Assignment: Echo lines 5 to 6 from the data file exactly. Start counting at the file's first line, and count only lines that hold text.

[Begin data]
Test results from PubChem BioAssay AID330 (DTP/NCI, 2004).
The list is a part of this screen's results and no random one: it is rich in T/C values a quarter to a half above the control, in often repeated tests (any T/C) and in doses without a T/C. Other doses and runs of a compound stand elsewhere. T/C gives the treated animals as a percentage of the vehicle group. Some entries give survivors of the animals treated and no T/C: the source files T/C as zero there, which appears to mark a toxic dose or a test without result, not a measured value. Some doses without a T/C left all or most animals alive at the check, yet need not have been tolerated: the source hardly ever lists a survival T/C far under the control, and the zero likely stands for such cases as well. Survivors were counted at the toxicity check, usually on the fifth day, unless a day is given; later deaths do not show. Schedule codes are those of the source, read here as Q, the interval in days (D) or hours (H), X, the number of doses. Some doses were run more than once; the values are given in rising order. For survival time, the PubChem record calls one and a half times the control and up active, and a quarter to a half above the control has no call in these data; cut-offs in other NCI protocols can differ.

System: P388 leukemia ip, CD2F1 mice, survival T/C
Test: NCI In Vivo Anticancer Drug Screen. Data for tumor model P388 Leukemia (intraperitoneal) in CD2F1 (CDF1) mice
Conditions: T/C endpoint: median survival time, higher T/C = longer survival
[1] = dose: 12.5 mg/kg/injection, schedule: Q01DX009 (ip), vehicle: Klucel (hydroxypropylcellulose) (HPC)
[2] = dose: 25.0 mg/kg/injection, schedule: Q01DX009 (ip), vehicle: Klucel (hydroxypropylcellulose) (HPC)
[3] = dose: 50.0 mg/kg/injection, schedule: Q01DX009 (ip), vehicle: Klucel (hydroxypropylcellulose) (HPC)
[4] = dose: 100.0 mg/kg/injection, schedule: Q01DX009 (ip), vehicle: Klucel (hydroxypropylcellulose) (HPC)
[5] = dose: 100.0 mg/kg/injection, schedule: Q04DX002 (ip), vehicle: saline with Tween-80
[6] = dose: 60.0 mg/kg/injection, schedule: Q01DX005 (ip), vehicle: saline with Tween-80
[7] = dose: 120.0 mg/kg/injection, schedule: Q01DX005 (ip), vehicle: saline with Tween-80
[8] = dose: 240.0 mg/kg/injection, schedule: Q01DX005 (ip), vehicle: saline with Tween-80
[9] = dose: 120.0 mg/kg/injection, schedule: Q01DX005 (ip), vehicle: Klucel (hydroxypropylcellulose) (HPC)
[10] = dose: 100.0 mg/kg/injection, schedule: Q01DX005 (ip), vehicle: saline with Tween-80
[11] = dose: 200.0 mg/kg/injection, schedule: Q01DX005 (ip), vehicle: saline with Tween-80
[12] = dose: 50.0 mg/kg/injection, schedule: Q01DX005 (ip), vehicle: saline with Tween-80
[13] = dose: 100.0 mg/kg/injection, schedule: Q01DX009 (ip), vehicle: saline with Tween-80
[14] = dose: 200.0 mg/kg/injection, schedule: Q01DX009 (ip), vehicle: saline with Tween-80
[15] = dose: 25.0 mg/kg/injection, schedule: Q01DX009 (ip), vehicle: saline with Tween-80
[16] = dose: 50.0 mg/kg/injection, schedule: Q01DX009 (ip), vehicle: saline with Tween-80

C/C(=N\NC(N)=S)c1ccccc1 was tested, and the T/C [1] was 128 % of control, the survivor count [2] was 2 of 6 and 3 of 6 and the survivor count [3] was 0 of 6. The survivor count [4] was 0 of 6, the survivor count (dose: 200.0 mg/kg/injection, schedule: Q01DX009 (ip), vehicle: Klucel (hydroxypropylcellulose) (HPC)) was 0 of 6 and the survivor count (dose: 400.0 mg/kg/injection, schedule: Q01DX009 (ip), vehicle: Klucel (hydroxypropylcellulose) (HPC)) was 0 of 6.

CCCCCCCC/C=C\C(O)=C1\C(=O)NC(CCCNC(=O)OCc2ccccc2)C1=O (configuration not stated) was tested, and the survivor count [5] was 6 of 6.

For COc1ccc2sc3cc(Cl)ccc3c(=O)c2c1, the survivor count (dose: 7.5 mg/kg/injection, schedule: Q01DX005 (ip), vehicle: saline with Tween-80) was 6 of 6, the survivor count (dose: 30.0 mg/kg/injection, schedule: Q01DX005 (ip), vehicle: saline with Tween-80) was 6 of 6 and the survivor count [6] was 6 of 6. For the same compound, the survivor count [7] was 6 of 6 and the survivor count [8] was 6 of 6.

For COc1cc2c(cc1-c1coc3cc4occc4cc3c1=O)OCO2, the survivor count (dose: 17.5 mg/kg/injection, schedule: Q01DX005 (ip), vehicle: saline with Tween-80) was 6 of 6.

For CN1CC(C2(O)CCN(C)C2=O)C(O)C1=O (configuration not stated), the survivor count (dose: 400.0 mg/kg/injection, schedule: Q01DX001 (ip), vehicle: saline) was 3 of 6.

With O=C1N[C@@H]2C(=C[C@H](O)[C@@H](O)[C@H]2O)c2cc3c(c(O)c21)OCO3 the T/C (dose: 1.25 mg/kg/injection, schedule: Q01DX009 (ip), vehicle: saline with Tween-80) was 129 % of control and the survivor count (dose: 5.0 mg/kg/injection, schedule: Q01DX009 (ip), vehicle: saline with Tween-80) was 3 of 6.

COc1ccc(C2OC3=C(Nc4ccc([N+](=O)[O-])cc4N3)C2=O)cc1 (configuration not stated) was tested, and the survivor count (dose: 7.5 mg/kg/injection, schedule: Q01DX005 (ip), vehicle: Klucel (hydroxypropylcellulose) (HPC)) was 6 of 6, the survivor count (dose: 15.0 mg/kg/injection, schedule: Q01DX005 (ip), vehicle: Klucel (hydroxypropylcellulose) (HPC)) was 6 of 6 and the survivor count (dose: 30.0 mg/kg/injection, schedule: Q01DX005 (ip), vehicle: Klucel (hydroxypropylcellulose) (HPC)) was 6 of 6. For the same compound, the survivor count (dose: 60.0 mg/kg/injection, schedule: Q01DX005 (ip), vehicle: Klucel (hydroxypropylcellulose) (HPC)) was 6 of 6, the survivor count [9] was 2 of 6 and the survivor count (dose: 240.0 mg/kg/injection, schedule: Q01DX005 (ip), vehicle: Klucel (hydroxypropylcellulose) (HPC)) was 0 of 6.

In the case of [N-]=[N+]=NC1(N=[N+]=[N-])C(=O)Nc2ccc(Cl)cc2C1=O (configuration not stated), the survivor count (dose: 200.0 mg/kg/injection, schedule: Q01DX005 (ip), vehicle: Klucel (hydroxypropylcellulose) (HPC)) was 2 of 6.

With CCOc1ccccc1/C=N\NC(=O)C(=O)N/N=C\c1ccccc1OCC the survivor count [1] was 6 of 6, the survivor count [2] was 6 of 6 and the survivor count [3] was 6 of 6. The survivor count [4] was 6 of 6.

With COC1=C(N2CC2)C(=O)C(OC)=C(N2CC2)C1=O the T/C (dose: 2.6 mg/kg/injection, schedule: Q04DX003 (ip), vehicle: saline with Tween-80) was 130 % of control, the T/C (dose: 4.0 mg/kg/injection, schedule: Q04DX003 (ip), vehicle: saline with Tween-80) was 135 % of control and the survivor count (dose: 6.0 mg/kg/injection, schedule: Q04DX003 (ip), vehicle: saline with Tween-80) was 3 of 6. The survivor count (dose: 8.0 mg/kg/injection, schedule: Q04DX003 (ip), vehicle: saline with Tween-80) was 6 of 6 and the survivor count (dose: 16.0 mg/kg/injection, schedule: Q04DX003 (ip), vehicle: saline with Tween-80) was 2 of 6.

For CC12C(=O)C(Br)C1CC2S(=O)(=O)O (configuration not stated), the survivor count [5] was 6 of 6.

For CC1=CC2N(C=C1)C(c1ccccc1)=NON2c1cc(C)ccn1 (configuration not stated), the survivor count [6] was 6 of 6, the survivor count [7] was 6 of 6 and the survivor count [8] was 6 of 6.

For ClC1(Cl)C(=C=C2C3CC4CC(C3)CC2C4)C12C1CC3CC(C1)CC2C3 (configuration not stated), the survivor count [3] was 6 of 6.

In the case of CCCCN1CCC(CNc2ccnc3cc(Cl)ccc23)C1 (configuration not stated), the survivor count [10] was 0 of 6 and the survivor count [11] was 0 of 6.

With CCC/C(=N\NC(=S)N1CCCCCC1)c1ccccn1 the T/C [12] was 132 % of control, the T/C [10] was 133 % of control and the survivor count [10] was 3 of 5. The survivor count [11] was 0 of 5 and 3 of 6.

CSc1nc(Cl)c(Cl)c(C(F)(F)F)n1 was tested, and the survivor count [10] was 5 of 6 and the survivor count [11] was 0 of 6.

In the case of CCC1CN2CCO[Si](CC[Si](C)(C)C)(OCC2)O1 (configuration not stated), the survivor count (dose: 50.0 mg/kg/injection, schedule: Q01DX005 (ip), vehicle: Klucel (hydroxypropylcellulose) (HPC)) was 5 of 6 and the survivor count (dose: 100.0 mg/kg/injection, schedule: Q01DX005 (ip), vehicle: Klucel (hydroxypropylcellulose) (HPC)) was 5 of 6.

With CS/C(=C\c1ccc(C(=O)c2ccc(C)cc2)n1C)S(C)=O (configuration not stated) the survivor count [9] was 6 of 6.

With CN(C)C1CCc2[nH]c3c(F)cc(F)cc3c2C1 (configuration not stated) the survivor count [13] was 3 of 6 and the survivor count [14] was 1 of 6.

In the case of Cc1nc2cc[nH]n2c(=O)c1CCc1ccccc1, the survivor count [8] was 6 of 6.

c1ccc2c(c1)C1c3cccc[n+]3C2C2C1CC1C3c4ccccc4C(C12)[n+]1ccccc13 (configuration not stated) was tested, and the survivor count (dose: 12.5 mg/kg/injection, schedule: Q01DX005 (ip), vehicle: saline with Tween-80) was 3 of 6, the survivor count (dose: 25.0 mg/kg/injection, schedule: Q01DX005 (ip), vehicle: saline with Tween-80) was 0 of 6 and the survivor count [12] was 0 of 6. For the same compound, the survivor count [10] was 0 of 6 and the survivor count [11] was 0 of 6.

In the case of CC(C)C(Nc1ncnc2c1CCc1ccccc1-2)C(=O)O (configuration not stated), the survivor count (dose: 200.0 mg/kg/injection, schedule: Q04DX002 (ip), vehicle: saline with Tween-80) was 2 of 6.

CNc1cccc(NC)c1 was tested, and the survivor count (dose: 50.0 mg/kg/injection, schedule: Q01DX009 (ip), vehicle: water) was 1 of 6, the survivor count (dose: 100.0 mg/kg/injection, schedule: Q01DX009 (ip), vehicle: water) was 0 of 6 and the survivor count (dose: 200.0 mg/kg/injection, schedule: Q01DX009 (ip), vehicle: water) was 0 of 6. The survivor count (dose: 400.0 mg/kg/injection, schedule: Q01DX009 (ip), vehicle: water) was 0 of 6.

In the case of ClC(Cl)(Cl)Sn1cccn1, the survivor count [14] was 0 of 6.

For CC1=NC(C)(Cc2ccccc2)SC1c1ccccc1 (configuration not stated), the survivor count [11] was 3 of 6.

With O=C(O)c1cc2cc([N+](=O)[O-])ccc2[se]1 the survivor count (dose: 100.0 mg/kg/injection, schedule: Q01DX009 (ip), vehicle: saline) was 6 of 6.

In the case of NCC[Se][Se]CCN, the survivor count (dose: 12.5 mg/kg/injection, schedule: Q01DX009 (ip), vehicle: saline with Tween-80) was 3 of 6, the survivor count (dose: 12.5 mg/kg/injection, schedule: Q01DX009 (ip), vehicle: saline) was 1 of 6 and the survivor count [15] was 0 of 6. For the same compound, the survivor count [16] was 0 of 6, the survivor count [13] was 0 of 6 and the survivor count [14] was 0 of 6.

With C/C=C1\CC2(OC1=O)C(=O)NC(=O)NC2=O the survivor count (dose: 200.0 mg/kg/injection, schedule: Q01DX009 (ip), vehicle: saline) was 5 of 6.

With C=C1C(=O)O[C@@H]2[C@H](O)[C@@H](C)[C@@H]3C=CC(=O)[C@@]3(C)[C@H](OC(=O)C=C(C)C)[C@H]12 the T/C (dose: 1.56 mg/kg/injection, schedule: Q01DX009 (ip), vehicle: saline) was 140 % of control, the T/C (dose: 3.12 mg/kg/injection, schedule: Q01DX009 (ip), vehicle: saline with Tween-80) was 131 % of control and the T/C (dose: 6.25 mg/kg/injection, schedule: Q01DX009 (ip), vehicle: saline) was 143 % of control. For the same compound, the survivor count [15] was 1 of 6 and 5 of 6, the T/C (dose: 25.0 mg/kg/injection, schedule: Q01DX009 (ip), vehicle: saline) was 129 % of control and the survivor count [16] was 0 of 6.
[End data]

Conditions: T/C endpoint: median survival time, higher T/C = longer survival
[1] = dose: 12.5 mg/kg/injection, schedule: Q01DX009 (ip), vehicle: Klucel (hydroxypropylcellulose) (HPC)